Hay fever, stuffy or runny nose, foggy head, itchy throat, does that speak to you? While everyone is looking forward to the arrival of spring, is it anxiety for you? What if these allergies were related to your digestive system? Follow the guide, we tell you everything.
Allergies and your digestive system
Our whole body is covered with microbes, those famous little beasts we've been talking about for more than a century. Banned from society, microbes have become non grata with us. And yet… far from causing damage they are very useful to us. Without them, for example, we would react to all the allergens present in the air and in food.
Allergies develop rapidly and what was rare thirty years ago, such as peanut intolerance or prolonged hay fever, has become commonplace and widespread.
This SIHO article aims to explain the links between allergies and the digestive system. And like any problem with its solutions, we will study what you can do to stop suffering from it!
The hygienist hypothesis
For a few years we have been hearing about the microbiota, this bacterial flora that populates our tissues and organs. In the 1980s the following hypothesis emerged: our insistence on cleanliness, the fact of not being exposed to germs would be more harmful than anything else. Indeed, the body needs to be stimulated in order to develop good immunity. Without regular, gentle stimulation, we can say hello to viral illnesses and allergies of all stripes.
It has been proven by several studies that people who have pets are less likely to develop allergies. Children raised on farms or those consuming raw unpasteurized milk as well. Other factors influence our microbiota and thus our risk of allergic diseases. Antibiotics, cesarean births or not having been breastfed are associated with increased susceptibility to asthma and allergies.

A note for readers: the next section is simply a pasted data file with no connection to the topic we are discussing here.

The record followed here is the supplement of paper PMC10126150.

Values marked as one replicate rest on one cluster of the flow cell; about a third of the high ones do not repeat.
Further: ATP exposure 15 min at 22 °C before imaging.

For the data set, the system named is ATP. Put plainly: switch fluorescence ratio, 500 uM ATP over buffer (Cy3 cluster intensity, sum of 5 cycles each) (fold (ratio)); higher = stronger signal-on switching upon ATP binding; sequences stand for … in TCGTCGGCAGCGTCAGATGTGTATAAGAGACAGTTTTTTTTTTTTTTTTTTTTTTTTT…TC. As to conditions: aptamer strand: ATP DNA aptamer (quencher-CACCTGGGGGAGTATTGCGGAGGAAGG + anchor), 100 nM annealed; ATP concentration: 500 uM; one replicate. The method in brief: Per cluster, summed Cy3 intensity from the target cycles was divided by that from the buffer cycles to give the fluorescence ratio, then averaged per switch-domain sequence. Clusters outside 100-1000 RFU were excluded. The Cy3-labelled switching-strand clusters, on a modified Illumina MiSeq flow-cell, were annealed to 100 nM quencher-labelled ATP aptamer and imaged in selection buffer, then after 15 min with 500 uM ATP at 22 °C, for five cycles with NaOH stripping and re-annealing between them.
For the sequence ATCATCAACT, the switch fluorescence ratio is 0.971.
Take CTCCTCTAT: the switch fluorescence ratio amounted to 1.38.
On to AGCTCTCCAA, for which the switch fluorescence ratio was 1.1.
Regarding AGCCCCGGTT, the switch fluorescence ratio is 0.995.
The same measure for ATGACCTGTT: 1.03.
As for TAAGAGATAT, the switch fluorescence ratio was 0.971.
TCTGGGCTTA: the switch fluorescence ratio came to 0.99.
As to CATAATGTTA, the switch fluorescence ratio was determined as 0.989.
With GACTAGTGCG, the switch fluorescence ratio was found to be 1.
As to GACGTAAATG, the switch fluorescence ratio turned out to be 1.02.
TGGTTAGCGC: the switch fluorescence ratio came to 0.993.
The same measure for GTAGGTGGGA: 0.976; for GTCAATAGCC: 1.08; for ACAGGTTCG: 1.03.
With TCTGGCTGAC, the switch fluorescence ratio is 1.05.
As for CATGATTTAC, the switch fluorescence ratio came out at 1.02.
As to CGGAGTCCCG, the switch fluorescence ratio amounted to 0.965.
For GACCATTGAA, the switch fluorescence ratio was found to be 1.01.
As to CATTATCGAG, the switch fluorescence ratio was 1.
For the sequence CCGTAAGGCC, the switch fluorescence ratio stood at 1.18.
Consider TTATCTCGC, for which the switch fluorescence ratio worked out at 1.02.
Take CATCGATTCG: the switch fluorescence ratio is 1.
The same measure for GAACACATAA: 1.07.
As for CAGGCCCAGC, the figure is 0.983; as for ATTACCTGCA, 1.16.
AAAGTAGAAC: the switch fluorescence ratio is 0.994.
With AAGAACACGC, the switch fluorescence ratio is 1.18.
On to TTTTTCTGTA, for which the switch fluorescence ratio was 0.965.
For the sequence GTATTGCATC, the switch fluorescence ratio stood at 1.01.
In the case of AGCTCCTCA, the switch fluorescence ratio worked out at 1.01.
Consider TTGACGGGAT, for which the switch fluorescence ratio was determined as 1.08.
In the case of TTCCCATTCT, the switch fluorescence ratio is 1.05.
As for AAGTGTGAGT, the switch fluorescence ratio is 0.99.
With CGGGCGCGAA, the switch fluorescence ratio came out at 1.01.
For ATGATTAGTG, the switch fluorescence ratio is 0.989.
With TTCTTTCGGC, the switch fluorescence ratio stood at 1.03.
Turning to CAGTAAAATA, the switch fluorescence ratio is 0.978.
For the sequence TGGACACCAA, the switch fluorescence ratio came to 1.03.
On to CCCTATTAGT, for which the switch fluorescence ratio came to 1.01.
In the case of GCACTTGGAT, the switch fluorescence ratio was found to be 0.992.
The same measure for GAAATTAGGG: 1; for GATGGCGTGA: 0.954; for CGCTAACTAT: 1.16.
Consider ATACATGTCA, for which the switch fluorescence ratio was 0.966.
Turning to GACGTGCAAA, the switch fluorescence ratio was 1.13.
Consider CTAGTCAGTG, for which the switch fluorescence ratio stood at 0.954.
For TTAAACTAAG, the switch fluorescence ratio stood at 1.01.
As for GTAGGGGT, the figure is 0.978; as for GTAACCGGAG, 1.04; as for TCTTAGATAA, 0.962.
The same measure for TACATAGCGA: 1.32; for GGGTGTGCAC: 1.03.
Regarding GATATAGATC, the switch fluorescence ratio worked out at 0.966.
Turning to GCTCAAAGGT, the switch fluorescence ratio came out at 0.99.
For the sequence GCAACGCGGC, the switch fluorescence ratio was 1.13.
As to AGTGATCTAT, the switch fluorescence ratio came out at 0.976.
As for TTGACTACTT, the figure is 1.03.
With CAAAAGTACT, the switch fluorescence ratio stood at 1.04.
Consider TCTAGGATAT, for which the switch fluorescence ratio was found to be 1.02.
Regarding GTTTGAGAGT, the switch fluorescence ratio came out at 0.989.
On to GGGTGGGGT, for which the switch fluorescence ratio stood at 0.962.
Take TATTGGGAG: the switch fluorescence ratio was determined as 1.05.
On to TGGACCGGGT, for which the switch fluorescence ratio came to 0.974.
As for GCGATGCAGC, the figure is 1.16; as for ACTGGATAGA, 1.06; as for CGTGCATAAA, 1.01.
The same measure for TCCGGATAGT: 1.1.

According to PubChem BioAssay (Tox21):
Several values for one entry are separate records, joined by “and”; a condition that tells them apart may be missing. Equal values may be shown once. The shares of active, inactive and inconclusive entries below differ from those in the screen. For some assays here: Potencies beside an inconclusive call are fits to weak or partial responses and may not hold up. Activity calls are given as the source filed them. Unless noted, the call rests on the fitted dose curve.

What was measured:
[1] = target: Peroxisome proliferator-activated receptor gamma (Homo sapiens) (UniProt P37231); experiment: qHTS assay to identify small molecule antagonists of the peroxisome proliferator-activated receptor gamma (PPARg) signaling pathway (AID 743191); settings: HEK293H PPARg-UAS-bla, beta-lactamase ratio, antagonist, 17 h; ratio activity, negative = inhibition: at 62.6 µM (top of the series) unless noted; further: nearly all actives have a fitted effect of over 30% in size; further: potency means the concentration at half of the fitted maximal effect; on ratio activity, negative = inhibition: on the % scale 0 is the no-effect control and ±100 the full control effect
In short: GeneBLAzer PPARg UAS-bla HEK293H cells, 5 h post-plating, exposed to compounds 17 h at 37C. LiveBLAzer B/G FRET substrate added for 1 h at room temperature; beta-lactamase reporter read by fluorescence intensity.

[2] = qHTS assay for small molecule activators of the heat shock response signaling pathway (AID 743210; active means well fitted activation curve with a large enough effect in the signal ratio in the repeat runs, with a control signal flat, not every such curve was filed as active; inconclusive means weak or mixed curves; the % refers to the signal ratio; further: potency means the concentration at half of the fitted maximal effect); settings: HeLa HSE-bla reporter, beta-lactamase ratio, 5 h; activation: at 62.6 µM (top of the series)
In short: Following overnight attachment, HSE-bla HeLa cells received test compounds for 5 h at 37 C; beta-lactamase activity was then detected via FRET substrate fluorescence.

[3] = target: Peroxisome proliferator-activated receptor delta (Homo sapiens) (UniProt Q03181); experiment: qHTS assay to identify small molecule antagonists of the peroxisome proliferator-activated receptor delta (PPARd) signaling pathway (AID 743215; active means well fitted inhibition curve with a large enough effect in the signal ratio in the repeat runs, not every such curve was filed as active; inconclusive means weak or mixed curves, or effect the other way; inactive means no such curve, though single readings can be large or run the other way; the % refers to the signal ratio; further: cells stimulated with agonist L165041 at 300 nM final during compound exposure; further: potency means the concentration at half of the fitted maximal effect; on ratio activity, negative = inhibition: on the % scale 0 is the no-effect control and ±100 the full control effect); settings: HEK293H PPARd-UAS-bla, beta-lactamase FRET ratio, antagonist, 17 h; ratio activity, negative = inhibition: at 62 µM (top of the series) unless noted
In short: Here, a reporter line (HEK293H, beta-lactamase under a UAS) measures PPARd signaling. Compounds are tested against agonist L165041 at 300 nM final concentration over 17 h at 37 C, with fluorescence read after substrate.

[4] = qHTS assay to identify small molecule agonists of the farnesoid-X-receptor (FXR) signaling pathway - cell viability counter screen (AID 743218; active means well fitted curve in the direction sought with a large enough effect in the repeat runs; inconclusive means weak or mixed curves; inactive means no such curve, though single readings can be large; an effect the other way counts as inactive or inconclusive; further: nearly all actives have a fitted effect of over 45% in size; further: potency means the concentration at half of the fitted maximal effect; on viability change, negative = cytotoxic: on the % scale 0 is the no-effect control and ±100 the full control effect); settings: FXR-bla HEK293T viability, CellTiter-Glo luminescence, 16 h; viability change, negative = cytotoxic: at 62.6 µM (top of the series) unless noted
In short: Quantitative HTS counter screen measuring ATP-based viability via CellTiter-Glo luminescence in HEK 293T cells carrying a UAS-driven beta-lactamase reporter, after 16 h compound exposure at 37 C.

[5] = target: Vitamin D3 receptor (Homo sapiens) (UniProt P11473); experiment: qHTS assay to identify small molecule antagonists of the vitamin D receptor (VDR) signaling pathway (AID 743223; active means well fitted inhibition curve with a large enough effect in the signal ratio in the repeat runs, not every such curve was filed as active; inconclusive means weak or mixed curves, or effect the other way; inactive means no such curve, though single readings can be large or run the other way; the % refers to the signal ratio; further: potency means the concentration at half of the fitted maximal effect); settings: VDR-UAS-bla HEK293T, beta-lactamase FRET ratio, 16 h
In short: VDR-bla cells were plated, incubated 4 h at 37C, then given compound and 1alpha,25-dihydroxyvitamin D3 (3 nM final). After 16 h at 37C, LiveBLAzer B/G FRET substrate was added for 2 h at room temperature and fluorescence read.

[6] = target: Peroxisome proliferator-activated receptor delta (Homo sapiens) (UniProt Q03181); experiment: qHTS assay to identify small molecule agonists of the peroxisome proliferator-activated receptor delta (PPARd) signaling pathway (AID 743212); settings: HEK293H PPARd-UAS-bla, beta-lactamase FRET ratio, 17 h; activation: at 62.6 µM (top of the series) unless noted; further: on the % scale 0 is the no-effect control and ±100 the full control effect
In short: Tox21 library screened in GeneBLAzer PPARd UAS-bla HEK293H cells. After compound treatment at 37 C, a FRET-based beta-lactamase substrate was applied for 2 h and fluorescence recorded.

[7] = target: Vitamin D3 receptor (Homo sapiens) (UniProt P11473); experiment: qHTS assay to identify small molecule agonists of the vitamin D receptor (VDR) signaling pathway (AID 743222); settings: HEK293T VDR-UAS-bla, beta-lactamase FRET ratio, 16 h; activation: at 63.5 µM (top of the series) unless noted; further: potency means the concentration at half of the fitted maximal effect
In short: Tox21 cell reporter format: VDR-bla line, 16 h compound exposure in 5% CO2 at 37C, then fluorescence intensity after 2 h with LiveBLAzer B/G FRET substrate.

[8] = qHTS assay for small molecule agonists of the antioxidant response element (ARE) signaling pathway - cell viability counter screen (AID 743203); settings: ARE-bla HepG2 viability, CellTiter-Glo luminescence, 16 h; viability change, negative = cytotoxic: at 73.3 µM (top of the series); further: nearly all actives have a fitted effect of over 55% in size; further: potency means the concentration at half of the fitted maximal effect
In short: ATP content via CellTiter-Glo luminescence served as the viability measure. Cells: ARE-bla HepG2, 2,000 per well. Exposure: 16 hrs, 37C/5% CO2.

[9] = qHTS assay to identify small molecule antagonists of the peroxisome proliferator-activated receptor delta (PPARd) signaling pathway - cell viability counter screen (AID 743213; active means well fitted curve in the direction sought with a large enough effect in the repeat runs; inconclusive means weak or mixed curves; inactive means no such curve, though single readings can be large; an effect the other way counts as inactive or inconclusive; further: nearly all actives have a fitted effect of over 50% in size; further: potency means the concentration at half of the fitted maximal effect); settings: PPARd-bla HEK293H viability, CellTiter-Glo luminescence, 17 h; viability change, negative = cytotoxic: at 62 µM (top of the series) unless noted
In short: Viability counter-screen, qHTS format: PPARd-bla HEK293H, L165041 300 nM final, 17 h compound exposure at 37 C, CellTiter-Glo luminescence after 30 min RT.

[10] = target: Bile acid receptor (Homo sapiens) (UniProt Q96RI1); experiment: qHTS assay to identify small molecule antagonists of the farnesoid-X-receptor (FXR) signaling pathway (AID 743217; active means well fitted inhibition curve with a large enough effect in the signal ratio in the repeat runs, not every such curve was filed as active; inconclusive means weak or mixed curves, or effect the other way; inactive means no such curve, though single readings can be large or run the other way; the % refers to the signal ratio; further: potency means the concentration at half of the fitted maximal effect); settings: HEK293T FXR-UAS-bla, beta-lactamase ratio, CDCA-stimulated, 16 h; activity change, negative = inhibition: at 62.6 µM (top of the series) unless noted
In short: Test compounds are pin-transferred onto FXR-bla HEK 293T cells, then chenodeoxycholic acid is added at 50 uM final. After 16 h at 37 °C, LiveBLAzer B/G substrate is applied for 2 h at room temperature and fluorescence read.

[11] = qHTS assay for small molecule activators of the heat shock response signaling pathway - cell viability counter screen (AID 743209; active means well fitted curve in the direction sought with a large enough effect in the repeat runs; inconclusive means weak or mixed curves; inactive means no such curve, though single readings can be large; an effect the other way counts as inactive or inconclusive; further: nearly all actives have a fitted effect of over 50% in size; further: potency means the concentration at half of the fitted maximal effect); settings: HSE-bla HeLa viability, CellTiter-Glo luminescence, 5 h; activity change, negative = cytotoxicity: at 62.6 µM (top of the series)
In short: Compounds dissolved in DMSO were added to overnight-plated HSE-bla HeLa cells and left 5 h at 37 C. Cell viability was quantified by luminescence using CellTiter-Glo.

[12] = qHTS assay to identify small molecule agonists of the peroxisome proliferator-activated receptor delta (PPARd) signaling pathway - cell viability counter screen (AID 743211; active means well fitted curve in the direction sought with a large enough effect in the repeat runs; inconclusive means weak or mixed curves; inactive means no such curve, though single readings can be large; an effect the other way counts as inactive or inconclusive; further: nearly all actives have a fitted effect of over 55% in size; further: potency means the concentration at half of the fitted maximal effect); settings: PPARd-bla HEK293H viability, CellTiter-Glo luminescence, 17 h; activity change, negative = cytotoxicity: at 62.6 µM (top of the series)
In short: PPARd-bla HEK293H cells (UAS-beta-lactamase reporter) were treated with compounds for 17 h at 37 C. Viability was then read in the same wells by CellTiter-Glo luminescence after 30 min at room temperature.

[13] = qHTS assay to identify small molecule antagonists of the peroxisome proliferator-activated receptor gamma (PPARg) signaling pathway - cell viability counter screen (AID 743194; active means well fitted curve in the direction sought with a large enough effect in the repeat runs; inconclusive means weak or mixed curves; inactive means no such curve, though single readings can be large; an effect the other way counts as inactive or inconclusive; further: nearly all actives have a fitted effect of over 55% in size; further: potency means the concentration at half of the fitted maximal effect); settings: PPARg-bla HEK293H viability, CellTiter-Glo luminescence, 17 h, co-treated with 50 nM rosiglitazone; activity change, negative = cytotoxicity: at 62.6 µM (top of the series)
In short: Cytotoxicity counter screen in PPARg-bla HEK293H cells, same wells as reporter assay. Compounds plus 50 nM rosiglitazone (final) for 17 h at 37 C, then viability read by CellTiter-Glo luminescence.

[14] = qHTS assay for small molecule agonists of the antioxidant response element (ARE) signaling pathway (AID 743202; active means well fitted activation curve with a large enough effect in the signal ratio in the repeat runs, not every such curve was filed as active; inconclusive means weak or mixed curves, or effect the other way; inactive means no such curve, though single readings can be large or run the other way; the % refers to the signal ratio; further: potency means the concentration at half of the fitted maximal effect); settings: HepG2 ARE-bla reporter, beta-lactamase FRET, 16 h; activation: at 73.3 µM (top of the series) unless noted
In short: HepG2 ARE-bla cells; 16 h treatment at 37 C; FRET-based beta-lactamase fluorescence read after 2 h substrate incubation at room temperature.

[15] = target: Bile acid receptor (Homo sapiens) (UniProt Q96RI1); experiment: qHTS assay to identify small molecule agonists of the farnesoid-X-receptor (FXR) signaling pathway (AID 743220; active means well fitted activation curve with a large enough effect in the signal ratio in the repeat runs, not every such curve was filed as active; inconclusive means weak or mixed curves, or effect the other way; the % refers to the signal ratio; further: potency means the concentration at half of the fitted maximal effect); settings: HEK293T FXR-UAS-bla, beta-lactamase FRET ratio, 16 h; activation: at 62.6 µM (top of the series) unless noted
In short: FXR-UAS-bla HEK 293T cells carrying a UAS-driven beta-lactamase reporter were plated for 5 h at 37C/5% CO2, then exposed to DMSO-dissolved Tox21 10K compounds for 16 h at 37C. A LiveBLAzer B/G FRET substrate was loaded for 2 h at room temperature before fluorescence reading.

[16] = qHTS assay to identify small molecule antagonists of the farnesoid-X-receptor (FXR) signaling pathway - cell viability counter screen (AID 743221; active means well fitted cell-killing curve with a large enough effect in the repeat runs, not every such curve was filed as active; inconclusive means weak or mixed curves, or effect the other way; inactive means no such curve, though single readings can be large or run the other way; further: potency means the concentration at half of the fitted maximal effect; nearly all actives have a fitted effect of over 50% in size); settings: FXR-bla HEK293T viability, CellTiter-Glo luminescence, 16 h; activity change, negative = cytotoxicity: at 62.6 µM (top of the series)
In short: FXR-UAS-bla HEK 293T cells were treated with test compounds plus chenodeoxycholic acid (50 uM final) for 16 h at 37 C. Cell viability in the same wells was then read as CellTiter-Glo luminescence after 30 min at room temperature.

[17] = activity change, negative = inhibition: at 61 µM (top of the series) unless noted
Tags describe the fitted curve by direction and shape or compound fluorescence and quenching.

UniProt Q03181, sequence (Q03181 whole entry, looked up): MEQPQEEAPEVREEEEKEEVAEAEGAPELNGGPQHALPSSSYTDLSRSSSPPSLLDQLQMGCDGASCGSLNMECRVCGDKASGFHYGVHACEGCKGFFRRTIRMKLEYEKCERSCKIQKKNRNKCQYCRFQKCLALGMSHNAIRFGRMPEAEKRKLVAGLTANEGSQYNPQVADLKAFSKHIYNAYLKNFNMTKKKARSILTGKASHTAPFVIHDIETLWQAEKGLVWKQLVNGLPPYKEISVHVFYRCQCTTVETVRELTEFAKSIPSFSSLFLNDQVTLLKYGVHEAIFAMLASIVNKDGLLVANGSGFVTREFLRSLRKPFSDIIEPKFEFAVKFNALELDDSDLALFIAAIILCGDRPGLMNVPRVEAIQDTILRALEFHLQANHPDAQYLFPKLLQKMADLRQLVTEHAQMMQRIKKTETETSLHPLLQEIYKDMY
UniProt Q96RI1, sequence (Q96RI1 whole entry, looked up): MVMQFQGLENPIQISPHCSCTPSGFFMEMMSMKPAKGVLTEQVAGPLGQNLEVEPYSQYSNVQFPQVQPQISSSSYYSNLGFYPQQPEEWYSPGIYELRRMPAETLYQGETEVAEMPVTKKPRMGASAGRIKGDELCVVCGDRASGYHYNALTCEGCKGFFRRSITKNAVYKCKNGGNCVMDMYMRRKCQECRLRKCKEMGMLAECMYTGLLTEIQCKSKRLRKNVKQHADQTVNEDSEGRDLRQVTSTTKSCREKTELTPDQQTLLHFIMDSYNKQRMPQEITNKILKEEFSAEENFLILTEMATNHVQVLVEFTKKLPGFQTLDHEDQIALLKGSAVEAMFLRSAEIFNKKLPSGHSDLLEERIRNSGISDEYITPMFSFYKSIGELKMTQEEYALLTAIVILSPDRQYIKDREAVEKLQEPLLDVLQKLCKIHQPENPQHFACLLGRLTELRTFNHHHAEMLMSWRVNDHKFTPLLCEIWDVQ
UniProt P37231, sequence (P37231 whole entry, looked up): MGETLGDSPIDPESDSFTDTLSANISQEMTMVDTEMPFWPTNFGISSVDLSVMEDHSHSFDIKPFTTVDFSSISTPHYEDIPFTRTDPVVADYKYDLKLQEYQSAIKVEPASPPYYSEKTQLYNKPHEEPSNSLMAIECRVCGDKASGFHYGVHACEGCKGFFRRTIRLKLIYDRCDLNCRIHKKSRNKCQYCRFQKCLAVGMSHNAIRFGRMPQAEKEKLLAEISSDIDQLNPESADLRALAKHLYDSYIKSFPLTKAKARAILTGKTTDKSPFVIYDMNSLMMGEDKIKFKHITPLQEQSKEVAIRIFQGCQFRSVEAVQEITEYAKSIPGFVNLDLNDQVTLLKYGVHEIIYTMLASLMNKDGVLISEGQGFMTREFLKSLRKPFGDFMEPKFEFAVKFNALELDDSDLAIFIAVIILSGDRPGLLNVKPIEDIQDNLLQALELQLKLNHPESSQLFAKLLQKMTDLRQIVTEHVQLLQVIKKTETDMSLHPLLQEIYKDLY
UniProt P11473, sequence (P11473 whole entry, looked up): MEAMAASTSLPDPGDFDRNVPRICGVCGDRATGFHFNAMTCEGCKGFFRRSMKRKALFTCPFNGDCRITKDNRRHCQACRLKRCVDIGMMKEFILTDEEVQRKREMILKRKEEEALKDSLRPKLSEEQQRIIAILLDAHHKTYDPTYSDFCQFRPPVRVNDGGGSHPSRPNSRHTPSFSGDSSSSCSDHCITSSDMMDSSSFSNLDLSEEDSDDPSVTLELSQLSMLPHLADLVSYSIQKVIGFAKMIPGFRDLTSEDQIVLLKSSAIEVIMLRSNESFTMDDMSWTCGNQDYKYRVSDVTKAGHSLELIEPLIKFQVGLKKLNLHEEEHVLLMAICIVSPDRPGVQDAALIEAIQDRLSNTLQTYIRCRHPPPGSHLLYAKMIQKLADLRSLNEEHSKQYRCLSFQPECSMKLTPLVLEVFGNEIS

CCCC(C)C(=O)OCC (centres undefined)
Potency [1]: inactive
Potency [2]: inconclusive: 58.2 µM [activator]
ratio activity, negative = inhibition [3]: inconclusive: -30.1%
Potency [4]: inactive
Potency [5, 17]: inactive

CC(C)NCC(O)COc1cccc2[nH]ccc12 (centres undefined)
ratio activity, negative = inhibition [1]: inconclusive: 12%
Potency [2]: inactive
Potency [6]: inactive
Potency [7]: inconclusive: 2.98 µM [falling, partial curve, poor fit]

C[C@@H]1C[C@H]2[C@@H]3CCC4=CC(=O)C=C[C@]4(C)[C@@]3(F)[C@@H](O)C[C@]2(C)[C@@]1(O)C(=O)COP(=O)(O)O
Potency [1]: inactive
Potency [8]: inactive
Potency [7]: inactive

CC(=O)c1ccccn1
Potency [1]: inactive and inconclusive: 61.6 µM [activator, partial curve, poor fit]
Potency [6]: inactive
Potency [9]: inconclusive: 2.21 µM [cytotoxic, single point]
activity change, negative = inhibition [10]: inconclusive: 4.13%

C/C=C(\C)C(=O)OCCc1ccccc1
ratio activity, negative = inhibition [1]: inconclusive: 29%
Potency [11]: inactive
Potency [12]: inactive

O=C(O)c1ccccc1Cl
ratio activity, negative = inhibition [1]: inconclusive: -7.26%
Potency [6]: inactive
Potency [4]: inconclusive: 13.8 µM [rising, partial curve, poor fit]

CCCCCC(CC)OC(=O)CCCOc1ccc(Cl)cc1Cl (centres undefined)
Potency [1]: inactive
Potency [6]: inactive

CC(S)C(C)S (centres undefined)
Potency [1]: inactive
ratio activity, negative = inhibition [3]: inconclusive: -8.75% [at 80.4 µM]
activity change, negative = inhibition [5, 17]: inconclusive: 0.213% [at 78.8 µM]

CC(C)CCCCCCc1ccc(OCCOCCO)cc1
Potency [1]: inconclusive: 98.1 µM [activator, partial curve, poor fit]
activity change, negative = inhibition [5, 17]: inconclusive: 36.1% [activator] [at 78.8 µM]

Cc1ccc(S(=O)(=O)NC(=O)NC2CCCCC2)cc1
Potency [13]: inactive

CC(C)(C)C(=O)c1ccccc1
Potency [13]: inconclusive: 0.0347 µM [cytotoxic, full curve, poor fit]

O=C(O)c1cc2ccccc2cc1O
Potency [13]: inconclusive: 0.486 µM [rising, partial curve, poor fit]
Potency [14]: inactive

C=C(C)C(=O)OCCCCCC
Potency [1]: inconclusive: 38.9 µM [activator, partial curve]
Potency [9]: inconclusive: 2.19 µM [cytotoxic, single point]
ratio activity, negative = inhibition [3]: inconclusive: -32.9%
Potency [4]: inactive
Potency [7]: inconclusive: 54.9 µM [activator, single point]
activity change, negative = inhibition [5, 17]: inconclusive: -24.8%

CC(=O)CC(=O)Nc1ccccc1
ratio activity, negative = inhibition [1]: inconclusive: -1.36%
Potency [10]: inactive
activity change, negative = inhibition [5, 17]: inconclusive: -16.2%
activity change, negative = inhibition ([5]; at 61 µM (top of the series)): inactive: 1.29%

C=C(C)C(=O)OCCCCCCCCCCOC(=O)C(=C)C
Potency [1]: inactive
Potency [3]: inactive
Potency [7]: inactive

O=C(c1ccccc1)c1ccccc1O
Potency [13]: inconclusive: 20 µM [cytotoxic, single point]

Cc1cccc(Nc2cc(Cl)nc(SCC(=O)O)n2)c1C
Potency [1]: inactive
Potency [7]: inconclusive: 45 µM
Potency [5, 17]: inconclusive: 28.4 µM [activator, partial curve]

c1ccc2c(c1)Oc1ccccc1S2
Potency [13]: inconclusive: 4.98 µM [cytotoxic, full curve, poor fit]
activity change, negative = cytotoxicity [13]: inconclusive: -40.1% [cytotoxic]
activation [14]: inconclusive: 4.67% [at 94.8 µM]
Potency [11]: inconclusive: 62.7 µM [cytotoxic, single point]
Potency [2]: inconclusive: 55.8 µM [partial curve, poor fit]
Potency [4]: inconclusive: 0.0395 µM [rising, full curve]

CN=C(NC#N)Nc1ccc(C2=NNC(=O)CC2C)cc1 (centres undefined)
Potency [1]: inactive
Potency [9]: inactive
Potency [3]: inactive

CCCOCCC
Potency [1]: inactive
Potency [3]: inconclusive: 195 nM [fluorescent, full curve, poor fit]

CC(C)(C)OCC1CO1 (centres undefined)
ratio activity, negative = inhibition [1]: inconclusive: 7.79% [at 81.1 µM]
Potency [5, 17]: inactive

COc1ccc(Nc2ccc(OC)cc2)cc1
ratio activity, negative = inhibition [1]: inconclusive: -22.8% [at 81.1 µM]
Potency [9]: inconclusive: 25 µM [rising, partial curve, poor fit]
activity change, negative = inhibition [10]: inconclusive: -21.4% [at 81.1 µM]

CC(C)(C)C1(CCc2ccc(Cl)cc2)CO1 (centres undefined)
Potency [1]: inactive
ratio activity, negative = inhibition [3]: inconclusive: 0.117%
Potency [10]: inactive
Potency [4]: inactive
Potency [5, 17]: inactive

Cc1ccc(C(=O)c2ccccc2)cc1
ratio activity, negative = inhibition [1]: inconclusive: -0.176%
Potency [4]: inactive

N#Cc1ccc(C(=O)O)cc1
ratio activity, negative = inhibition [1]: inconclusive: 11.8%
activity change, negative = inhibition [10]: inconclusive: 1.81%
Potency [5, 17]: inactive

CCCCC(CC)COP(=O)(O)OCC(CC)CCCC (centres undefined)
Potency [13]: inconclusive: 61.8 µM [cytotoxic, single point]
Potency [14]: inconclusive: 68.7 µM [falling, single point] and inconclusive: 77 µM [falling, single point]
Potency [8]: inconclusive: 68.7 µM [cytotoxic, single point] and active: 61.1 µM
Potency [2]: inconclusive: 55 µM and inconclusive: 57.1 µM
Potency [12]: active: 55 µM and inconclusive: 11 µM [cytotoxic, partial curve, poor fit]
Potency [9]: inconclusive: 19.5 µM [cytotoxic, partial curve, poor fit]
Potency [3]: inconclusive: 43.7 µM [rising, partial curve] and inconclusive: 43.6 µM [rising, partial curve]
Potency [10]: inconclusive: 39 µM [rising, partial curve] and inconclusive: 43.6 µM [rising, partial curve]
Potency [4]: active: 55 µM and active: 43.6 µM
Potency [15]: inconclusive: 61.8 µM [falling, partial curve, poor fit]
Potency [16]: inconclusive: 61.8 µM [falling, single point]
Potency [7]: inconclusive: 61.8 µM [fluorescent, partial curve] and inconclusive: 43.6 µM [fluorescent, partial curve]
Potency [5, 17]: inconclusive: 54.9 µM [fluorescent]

It has recently been shown that children with allergies have more bad bacteria (staphylococcus, clostridium and escherichia) and less good ones (lactobacillus and bifidobacteria) than healthy children. All of these studies suggest that the more we are exposed to a wide range of microbes at the dawn of our life, the more our immune system will be effective. Indeed, he will learn which bacteria are dangerous and which are beneficial.
Food allergies and your gut
Remember: in the 1970s and 80s knowing someone who suffered from an intolerance was relatively rare. Now do the count: how many do you know?
Maybe it's a "fashion" effect (but believe me, people suffering from intolerances are not proud of it because they too want to be "like everyone else" and not the pain in the ass who imposes on others its difference), perhaps we are better informed than before? Perhaps also that our intestine is more and more abused, while it is in the latter that sit 80% of the immune cells of our body.
Our gut is normally tight. That is to say that apart from the nutrients that the body needs nothing must pass through. Every day, this barrier between our intestine and blood circulation is put to the test, because of stress, food, the air we breathe or even waves. When the intestine becomes porous (this is called leaky gut or leaky gut) food proteins can enter the blood and thus stimulate an immune response. Hence the development of allergic type symptoms.
Our food is in the front line to defend us or on the contrary to attack us. Studies have shown that an intestinal flora disturbed by taking antibiotics or a diet low in fiber causes this permeability. In the second case, it has been shown that certain friendly bacteria, in order not to starve, can even come and eat your mucus, this famous intestinal barrier.